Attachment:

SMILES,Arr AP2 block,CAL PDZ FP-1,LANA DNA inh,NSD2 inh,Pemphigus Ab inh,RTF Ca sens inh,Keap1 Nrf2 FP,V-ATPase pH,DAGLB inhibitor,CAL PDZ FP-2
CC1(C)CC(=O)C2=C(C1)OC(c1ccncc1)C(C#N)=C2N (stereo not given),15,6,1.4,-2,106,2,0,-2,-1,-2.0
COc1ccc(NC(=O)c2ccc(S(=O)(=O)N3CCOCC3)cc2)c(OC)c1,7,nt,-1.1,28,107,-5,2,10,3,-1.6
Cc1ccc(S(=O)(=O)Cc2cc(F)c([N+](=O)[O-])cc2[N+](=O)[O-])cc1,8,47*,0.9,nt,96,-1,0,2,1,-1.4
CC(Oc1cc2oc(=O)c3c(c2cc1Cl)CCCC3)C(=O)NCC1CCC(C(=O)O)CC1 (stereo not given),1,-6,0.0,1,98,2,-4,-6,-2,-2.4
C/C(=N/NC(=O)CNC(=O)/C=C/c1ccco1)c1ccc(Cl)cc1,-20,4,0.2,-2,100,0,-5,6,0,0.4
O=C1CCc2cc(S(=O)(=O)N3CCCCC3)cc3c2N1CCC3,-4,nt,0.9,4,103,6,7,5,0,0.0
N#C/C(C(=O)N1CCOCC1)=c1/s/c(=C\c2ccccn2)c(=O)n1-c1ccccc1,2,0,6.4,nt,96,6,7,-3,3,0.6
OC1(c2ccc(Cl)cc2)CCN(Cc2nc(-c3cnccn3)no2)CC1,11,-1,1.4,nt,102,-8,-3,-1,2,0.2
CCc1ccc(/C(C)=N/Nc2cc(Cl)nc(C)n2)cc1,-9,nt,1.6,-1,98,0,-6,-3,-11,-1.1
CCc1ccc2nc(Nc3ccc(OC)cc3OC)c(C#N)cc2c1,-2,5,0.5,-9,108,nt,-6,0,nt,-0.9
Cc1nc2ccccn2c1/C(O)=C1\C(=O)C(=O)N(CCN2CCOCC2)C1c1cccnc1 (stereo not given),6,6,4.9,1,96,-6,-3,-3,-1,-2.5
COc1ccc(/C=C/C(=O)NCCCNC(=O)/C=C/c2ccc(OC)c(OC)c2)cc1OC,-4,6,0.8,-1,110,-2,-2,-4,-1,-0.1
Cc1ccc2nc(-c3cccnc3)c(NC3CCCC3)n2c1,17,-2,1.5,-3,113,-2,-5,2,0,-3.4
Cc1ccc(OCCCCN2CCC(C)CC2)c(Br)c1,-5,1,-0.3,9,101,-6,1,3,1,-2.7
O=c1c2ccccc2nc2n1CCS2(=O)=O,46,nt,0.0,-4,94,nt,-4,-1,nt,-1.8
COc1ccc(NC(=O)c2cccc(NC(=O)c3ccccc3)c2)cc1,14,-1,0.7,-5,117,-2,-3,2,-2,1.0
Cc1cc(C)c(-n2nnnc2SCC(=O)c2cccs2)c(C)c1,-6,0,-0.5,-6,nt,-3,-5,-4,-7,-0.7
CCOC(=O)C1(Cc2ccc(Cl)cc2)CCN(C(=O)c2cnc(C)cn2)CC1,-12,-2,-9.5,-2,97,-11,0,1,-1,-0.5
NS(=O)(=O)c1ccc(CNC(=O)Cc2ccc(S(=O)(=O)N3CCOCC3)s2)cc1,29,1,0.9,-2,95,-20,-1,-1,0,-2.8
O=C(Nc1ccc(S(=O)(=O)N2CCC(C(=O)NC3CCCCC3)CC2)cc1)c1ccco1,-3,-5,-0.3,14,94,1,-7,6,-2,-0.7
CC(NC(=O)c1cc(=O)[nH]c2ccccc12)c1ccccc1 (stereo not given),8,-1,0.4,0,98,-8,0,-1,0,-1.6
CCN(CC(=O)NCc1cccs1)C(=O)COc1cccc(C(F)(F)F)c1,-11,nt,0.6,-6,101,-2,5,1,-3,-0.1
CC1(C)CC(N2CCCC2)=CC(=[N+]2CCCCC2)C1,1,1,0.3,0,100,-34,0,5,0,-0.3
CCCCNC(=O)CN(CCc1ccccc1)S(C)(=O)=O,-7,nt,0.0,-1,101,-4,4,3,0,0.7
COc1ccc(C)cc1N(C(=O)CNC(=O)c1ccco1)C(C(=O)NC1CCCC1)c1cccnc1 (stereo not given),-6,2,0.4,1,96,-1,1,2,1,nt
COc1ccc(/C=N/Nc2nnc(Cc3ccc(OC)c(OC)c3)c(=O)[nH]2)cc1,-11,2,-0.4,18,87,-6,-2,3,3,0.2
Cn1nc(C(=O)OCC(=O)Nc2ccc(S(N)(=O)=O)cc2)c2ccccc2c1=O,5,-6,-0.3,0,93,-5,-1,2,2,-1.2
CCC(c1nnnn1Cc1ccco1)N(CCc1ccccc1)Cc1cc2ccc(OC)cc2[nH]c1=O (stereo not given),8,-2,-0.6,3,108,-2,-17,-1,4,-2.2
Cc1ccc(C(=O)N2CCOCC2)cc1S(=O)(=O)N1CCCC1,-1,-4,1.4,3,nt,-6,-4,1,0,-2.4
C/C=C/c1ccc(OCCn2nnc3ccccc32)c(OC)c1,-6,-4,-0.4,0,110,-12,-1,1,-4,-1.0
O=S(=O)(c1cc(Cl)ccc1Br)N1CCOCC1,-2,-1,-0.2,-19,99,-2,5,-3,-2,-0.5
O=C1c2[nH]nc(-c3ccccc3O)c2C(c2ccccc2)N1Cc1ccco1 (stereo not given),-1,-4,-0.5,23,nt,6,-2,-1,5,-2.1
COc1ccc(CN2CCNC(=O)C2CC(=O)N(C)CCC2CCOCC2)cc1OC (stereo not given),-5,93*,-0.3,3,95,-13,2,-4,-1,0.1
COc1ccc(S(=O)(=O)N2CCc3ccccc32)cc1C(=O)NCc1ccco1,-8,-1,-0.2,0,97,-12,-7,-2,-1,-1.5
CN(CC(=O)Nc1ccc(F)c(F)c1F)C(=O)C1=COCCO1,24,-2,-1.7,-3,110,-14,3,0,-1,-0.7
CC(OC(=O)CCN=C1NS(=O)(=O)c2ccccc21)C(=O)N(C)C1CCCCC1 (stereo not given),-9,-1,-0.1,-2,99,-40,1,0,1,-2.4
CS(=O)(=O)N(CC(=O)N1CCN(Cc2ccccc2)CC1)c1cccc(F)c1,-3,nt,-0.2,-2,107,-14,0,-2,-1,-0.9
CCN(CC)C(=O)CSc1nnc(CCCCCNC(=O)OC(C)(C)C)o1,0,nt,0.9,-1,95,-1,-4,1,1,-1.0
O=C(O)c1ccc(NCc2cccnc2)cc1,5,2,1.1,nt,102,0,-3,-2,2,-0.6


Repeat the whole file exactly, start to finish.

SMILES,Arr AP2 block,CAL PDZ FP-1,LANA DNA inh,NSD2 inh,Pemphigus Ab inh,RTF Ca sens inh,Keap1 Nrf2 FP,V-ATPase pH,DAGLB inhibitor,CAL PDZ FP-2
CC1(C)CC(=O)C2=C(C1)OC(c1ccncc1)C(C#N)=C2N (stereo not given),15,6,1.4,-2,106,2,0,-2,-1,-2.0
COc1ccc(NC(=O)c2ccc(S(=O)(=O)N3CCOCC3)cc2)c(OC)c1,7,nt,-1.1,28,107,-5,2,10,3,-1.6
Cc1ccc(S(=O)(=O)Cc2cc(F)c([N+](=O)[O-])cc2[N+](=O)[O-])cc1,8,47*,0.9,nt,96,-1,0,2,1,-1.4
CC(Oc1cc2oc(=O)c3c(c2cc1Cl)CCCC3)C(=O)NCC1CCC(C(=O)O)CC1 (stereo not given),1,-6,0.0,1,98,2,-4,-6,-2,-2.4
C/C(=N/NC(=O)CNC(=O)/C=C/c1ccco1)c1ccc(Cl)cc1,-20,4,0.2,-2,100,0,-5,6,0,0.4
O=C1CCc2cc(S(=O)(=O)N3CCCCC3)cc3c2N1CCC3,-4,nt,0.9,4,103,6,7,5,0,0.0
N#C/C(C(=O)N1CCOCC1)=c1/s/c(=C\c2ccccn2)c(=O)n1-c1ccccc1,2,0,6.4,nt,96,6,7,-3,3,0.6
OC1(c2ccc(Cl)cc2)CCN(Cc2nc(-c3cnccn3)no2)CC1,11,-1,1.4,nt,102,-8,-3,-1,2,0.2
CCc1ccc(/C(C)=N/Nc2cc(Cl)nc(C)n2)cc1,-9,nt,1.6,-1,98,0,-6,-3,-11,-1.1
CCc1ccc2nc(Nc3ccc(OC)cc3OC)c(C#N)cc2c1,-2,5,0.5,-9,108,nt,-6,0,nt,-0.9
Cc1nc2ccccn2c1/C(O)=C1\C(=O)C(=O)N(CCN2CCOCC2)C1c1cccnc1 (stereo not given),6,6,4.9,1,96,-6,-3,-3,-1,-2.5
COc1ccc(/C=C/C(=O)NCCCNC(=O)/C=C/c2ccc(OC)c(OC)c2)cc1OC,-4,6,0.8,-1,110,-2,-2,-4,-1,-0.1
Cc1ccc2nc(-c3cccnc3)c(NC3CCCC3)n2c1,17,-2,1.5,-3,113,-2,-5,2,0,-3.4
Cc1ccc(OCCCCN2CCC(C)CC2)c(Br)c1,-5,1,-0.3,9,101,-6,1,3,1,-2.7
O=c1c2ccccc2nc2n1CCS2(=O)=O,46,nt,0.0,-4,94,nt,-4,-1,nt,-1.8
COc1ccc(NC(=O)c2cccc(NC(=O)c3ccccc3)c2)cc1,14,-1,0.7,-5,117,-2,-3,2,-2,1.0
Cc1cc(C)c(-n2nnnc2SCC(=O)c2cccs2)c(C)c1,-6,0,-0.5,-6,nt,-3,-5,-4,-7,-0.7
CCOC(=O)C1(Cc2ccc(Cl)cc2)CCN(C(=O)c2cnc(C)cn2)CC1,-12,-2,-9.5,-2,97,-11,0,1,-1,-0.5
NS(=O)(=O)c1ccc(CNC(=O)Cc2ccc(S(=O)(=O)N3CCOCC3)s2)cc1,29,1,0.9,-2,95,-20,-1,-1,0,-2.8
O=C(Nc1ccc(S(=O)(=O)N2CCC(C(=O)NC3CCCCC3)CC2)cc1)c1ccco1,-3,-5,-0.3,14,94,1,-7,6,-2,-0.7
CC(NC(=O)c1cc(=O)[nH]c2ccccc12)c1ccccc1 (stereo not given),8,-1,0.4,0,98,-8,0,-1,0,-1.6
CCN(CC(=O)NCc1cccs1)C(=O)COc1cccc(C(F)(F)F)c1,-11,nt,0.6,-6,101,-2,5,1,-3,-0.1
CC1(C)CC(N2CCCC2)=CC(=[N+]2CCCCC2)C1,1,1,0.3,0,100,-34,0,5,0,-0.3
CCCCNC(=O)CN(CCc1ccccc1)S(C)(=O)=O,-7,nt,0.0,-1,101,-4,4,3,0,0.7
COc1ccc(C)cc1N(C(=O)CNC(=O)c1ccco1)C(C(=O)NC1CCCC1)c1cccnc1 (stereo not given),-6,2,0.4,1,96,-1,1,2,1,nt
COc1ccc(/C=N/Nc2nnc(Cc3ccc(OC)c(OC)c3)c(=O)[nH]2)cc1,-11,2,-0.4,18,87,-6,-2,3,3,0.2
Cn1nc(C(=O)OCC(=O)Nc2ccc(S(N)(=O)=O)cc2)c2ccccc2c1=O,5,-6,-0.3,0,93,-5,-1,2,2,-1.2
CCC(c1nnnn1Cc1ccco1)N(CCc1ccccc1)Cc1cc2ccc(OC)cc2[nH]c1=O (stereo not given),8,-2,-0.6,3,108,-2,-17,-1,4,-2.2
Cc1ccc(C(=O)N2CCOCC2)cc1S(=O)(=O)N1CCCC1,-1,-4,1.4,3,nt,-6,-4,1,0,-2.4
C/C=C/c1ccc(OCCn2nnc3ccccc32)c(OC)c1,-6,-4,-0.4,0,110,-12,-1,1,-4,-1.0
O=S(=O)(c1cc(Cl)ccc1Br)N1CCOCC1,-2,-1,-0.2,-19,99,-2,5,-3,-2,-0.5
O=C1c2[nH]nc(-c3ccccc3O)c2C(c2ccccc2)N1Cc1ccco1 (stereo not given),-1,-4,-0.5,23,nt,6,-2,-1,5,-2.1
COc1ccc(CN2CCNC(=O)C2CC(=O)N(C)CCC2CCOCC2)cc1OC (stereo not given),-5,93*,-0.3,3,95,-13,2,-4,-1,0.1
COc1ccc(S(=O)(=O)N2CCc3ccccc32)cc1C(=O)NCc1ccco1,-8,-1,-0.2,0,97,-12,-7,-2,-1,-1.5
CN(CC(=O)Nc1ccc(F)c(F)c1F)C(=O)C1=COCCO1,24,-2,-1.7,-3,110,-14,3,0,-1,-0.7
CC(OC(=O)CCN=C1NS(=O)(=O)c2ccccc21)C(=O)N(C)C1CCCCC1 (stereo not given),-9,-1,-0.1,-2,99,-40,1,0,1,-2.4
CS(=O)(=O)N(CC(=O)N1CCN(Cc2ccccc2)CC1)c1cccc(F)c1,-3,nt,-0.2,-2,107,-14,0,-2,-1,-0.9
CCN(CC)C(=O)CSc1nnc(CCCCCNC(=O)OC(C)(C)C)o1,0,nt,0.9,-1,95,-1,-4,1,1,-1.0
O=C(O)c1ccc(NCc2cccnc2)cc1,5,2,1.1,nt,102,0,-3,-2,2,-0.6